• School Culture: The Sports Day / Get Up and Grow Celebration at the end of the artist residency and 2014-15 school year made teachers and students at the elementary school feel involved in the projects and notice their school space in a new way. High school students led art activities during this event that ranged from painting permanent sidewalk games on the cement, to creating impermanent designs out of flowers and leaves that they left behind for the next group. Many teachers approached Marisa and Lauren in the following weeks to express thanks, ask questions and ask feedback for future art project plans. A conversation was started that people were excited to be engaged in. 
  • Outdoor School and Arts Integration: Marie Watler, the guidance counsellor, felt very affected by the year end celebration — as well as the experiences of individual students during the artist residency. She is decisively incorporating art projects and experiences into her planning of outdoor school for every grade — a week long program for the entire school that focuses on unique, nature based experiences.

Congratulations to Marisa Pahl and the teachers and students at Maplewood Alternative High School for embarking on this creative adventure. The arts can take you on a journey into uncharted territory, but if you embrace the process, you might just be surprised —and delighted — on where the arts can take you!


Here are 3 ways YOU can activate creative learning for young people:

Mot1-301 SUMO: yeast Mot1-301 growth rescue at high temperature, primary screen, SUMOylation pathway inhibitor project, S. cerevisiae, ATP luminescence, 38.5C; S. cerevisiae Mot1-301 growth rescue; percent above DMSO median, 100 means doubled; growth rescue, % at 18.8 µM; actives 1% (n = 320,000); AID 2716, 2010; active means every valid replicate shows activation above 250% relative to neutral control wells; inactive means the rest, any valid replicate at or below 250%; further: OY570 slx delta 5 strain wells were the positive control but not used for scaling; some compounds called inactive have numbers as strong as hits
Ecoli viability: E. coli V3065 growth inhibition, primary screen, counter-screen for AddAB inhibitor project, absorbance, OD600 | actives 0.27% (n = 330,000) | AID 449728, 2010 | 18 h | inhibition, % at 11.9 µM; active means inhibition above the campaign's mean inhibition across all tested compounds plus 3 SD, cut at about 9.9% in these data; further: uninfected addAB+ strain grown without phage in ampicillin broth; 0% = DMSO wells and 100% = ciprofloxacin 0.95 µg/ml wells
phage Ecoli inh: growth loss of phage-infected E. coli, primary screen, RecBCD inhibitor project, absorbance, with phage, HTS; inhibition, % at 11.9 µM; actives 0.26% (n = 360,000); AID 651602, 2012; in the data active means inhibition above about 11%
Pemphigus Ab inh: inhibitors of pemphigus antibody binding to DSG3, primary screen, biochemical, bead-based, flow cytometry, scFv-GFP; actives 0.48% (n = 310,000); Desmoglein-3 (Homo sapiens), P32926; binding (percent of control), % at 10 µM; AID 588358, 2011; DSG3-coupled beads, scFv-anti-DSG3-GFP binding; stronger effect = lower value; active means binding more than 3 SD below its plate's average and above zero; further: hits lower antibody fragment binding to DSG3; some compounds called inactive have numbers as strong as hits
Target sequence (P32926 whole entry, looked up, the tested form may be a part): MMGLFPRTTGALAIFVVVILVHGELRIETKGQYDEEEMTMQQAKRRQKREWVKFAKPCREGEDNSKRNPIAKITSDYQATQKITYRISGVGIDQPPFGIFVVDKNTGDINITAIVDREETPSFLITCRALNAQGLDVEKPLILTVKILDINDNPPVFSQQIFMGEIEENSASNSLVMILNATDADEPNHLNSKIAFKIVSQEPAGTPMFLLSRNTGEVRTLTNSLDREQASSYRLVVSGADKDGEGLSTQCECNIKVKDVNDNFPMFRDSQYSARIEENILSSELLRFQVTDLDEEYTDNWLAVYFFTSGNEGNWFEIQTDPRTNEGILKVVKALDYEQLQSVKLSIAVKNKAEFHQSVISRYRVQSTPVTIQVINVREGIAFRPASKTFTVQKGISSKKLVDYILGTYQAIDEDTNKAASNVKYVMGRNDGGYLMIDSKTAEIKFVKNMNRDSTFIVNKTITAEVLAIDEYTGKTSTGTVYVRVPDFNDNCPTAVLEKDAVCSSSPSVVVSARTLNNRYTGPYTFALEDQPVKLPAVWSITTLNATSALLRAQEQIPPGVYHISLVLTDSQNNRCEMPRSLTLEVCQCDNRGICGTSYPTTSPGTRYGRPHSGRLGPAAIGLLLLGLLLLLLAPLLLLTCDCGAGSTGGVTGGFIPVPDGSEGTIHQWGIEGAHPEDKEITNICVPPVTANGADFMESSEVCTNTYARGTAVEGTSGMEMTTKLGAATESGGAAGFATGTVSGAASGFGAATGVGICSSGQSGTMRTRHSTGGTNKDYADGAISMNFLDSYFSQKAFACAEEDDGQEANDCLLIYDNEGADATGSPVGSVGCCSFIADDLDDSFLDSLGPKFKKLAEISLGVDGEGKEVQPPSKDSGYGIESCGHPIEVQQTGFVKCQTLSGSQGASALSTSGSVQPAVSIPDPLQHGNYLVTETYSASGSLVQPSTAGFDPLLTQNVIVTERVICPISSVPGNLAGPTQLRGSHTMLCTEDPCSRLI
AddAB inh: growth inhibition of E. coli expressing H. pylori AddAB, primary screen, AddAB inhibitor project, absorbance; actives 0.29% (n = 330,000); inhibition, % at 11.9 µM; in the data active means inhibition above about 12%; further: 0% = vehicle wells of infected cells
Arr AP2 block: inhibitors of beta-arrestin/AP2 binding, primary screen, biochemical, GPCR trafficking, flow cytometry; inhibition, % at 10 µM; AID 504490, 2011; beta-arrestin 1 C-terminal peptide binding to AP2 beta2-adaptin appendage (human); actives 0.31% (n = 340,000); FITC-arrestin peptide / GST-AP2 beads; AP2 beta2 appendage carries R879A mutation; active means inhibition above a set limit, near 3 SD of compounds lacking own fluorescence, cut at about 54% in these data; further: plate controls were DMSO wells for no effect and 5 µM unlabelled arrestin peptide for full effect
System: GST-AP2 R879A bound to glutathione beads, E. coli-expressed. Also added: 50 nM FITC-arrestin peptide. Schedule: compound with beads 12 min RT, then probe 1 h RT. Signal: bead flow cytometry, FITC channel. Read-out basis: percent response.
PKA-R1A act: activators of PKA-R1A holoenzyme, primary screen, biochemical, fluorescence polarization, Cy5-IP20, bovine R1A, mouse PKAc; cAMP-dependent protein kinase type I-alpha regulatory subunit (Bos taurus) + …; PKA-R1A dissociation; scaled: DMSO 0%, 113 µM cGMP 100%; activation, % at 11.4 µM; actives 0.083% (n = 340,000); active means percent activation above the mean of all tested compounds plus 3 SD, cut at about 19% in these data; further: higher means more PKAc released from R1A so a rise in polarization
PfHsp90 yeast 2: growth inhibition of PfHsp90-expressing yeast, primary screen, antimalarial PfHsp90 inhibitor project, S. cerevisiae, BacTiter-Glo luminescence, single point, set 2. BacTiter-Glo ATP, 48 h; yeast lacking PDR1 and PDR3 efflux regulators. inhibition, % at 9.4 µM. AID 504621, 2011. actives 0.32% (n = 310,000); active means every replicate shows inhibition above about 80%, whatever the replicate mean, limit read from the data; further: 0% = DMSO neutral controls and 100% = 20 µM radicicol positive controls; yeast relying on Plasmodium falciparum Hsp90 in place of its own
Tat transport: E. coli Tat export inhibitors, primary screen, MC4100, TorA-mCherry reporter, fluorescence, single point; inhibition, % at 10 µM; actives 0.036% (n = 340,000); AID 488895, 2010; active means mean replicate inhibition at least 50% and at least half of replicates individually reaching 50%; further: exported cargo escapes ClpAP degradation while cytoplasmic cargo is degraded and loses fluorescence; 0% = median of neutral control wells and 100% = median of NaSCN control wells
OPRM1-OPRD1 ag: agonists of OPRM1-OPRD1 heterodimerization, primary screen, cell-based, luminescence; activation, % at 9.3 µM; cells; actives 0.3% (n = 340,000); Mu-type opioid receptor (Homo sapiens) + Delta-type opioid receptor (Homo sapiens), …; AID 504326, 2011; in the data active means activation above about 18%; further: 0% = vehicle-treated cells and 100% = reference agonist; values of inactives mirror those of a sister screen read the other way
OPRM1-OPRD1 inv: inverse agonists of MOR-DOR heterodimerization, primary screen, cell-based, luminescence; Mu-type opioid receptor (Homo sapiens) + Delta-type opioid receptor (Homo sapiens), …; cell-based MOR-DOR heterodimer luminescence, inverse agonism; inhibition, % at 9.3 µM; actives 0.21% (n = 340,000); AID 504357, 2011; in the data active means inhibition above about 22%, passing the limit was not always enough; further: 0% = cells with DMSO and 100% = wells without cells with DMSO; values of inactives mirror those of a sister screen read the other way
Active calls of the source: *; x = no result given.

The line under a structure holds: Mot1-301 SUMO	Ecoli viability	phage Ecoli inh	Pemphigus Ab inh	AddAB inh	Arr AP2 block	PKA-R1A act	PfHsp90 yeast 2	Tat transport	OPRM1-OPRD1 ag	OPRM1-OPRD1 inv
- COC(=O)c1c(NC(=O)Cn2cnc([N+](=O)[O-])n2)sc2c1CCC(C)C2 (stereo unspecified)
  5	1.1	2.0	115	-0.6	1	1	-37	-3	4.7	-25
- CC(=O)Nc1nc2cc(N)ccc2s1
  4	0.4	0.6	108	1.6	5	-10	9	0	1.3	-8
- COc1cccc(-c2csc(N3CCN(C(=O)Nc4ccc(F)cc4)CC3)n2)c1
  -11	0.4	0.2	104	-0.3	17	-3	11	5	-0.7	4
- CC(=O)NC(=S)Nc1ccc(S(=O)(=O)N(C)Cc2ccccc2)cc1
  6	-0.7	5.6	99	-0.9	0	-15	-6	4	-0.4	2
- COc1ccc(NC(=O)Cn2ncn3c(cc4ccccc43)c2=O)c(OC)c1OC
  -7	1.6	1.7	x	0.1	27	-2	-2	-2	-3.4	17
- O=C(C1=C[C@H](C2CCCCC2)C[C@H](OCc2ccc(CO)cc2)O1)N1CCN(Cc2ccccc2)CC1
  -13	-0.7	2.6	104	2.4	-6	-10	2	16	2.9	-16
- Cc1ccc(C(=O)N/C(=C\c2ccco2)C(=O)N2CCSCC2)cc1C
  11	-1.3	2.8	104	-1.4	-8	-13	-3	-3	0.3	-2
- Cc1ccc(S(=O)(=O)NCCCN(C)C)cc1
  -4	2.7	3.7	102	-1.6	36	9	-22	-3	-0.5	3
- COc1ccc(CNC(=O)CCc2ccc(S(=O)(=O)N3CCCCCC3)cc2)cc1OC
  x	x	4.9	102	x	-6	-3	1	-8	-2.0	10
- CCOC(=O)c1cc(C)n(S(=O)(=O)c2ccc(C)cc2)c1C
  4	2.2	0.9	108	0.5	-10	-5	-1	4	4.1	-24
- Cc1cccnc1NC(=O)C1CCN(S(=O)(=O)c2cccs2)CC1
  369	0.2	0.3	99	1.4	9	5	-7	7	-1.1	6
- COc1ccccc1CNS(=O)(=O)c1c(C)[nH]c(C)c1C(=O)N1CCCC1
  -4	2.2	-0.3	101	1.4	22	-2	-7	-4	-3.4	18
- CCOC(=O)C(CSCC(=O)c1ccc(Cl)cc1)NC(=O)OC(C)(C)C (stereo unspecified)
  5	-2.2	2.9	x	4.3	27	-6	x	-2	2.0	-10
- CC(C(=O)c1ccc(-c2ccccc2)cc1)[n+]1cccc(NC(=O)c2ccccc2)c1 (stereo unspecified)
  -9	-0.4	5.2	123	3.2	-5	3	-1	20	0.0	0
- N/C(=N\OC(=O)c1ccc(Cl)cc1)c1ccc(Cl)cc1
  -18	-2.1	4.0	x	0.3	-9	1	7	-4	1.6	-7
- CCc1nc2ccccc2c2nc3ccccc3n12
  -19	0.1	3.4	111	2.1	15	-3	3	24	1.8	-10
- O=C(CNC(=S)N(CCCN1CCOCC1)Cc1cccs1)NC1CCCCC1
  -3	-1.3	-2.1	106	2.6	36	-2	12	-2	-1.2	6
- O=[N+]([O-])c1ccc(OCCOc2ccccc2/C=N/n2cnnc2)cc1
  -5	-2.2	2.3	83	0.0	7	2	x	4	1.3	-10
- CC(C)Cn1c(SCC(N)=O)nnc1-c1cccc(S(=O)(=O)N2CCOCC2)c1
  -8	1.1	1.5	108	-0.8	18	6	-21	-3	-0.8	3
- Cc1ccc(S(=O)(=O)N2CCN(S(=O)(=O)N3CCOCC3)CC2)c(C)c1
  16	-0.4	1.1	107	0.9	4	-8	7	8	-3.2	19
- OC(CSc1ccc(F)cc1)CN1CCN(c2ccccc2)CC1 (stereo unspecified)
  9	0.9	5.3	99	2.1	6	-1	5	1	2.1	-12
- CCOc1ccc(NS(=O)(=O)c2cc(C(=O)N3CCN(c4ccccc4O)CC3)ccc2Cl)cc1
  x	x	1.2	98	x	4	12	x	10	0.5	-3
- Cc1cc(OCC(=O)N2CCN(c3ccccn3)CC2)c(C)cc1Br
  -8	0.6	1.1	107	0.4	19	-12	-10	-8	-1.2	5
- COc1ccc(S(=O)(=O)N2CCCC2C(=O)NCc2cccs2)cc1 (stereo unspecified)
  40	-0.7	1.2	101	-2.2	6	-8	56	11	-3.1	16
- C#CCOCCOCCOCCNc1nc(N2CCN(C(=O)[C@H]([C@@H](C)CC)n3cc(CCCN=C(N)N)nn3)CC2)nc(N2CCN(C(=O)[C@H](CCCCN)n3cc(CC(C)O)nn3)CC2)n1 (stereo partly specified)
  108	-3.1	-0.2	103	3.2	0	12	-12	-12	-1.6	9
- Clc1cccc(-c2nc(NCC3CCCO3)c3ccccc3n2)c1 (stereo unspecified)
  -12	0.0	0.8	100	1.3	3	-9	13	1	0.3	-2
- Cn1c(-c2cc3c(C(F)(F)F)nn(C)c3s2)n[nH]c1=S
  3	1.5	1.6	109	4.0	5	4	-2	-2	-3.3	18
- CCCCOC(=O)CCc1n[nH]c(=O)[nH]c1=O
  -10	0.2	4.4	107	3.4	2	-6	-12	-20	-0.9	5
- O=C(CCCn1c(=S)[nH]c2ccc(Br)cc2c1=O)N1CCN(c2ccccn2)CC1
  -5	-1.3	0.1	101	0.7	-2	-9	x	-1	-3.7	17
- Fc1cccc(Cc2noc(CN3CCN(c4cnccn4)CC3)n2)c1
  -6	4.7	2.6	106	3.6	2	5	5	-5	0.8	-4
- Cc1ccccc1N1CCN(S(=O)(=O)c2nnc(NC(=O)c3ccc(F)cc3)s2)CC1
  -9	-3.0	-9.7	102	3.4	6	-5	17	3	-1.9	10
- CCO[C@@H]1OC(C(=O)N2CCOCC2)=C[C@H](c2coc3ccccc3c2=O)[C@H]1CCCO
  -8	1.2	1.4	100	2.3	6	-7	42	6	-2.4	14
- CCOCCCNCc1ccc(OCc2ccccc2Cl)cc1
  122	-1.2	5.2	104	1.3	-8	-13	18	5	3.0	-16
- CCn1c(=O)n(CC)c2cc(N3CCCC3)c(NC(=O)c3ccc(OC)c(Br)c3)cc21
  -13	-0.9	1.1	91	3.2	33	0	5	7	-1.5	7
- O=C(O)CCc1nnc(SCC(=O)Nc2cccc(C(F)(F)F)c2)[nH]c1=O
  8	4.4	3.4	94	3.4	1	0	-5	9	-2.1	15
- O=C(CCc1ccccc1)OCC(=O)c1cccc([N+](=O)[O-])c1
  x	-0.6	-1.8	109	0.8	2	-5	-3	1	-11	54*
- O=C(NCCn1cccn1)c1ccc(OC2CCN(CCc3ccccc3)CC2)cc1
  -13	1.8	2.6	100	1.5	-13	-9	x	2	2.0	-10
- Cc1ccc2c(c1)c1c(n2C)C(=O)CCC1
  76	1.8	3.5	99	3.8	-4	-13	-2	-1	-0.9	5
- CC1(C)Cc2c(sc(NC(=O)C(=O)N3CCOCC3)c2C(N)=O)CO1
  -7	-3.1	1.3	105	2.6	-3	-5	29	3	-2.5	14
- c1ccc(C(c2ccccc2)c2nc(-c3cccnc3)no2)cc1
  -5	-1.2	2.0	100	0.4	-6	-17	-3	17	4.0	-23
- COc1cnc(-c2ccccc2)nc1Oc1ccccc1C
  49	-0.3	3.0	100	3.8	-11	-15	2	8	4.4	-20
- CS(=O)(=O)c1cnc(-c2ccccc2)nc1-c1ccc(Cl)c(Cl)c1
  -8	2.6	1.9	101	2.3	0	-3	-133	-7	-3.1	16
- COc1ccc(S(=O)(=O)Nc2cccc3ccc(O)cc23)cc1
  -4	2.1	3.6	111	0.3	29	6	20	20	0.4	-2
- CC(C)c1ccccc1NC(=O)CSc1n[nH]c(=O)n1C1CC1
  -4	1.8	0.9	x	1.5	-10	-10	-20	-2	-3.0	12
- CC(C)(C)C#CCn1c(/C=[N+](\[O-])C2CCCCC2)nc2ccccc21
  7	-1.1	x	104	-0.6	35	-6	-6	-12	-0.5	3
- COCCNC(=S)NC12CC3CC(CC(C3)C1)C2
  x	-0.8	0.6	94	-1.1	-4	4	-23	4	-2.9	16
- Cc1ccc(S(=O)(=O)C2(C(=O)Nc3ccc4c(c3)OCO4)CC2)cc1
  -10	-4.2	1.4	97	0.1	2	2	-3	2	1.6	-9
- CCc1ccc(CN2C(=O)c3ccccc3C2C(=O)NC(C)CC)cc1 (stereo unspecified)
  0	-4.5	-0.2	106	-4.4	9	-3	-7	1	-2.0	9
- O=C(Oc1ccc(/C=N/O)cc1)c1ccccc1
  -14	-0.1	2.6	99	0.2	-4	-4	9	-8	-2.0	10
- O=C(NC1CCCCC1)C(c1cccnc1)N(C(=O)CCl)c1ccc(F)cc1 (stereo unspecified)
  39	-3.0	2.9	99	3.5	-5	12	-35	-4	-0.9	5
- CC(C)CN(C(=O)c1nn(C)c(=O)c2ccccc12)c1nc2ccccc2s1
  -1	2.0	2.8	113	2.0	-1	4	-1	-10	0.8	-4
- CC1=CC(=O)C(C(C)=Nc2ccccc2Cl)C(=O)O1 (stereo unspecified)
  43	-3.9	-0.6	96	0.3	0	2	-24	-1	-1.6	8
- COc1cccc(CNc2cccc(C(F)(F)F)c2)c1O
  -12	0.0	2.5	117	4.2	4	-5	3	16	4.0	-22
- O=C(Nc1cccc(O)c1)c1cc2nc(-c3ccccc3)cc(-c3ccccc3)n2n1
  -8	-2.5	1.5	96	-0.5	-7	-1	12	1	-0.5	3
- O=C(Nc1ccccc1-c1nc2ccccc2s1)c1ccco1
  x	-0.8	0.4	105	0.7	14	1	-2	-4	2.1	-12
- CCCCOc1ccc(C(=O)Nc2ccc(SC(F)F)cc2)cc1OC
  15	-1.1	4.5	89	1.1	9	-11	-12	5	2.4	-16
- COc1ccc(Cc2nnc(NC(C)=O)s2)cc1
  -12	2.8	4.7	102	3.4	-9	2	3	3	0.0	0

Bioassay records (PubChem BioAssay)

1. Teachers and Artists: Apply for Artists in the Classroom grants!

The project you just read about was supported by an Artists in the Classroom grant disbursed by ArtStarts in Schools and funded by BC Arts Council and the Province of BC.

Artists in the Classroom Grants bring professional artists into your classroom for unique learning experiences. Grants of up to $3,500 for small- to medium-scale projects or up to $10,000 for large-scale projects are available.

The next deadline to apply is October 15, 2015. Learn more and apply now at artstarts.com/aic

2. Artists: Take part in the upcoming Arts Integration Learning Lab!

Open to residents of the Greater Vancouver area, the Arts Integration Learning Lab is a professional development experience for artists of all disciplines. This program is designed to build the capacity of professional artists and position them to work alongside educators in schools. The Arts Integration Learning Lab comprises a series of five practical, experiential learning sessions that will be offered once a month, from November 2015 to March 2016.

The deadline to apply is October 9, 2015. Learn more and apply now at artstarts.com/infusion

 

3. Teachers: Register for the upcoming Pro-D day at ArtStarts!

Making Spaces: Transforming a Classroom Through the Creative Process is an arts integration professional development workshop for teachers, taking place at the ArtStarts Gallery and Resource Centre in Vancouver on the province-wide Pro-D Day on Friday, October 23, 2015.

Making Spaces is a full day at the ArtStarts Gallery that will engage your creativity with two hands-on workshops, while exploring arts integration as an approach to teaching: Documenting the Hard-to-Document: Zine Making with Tin Can Studio and Gallery as Classroom, Classroom as Gallery with Elfred Matining.

Learn more and register now at artstarts.com/infusion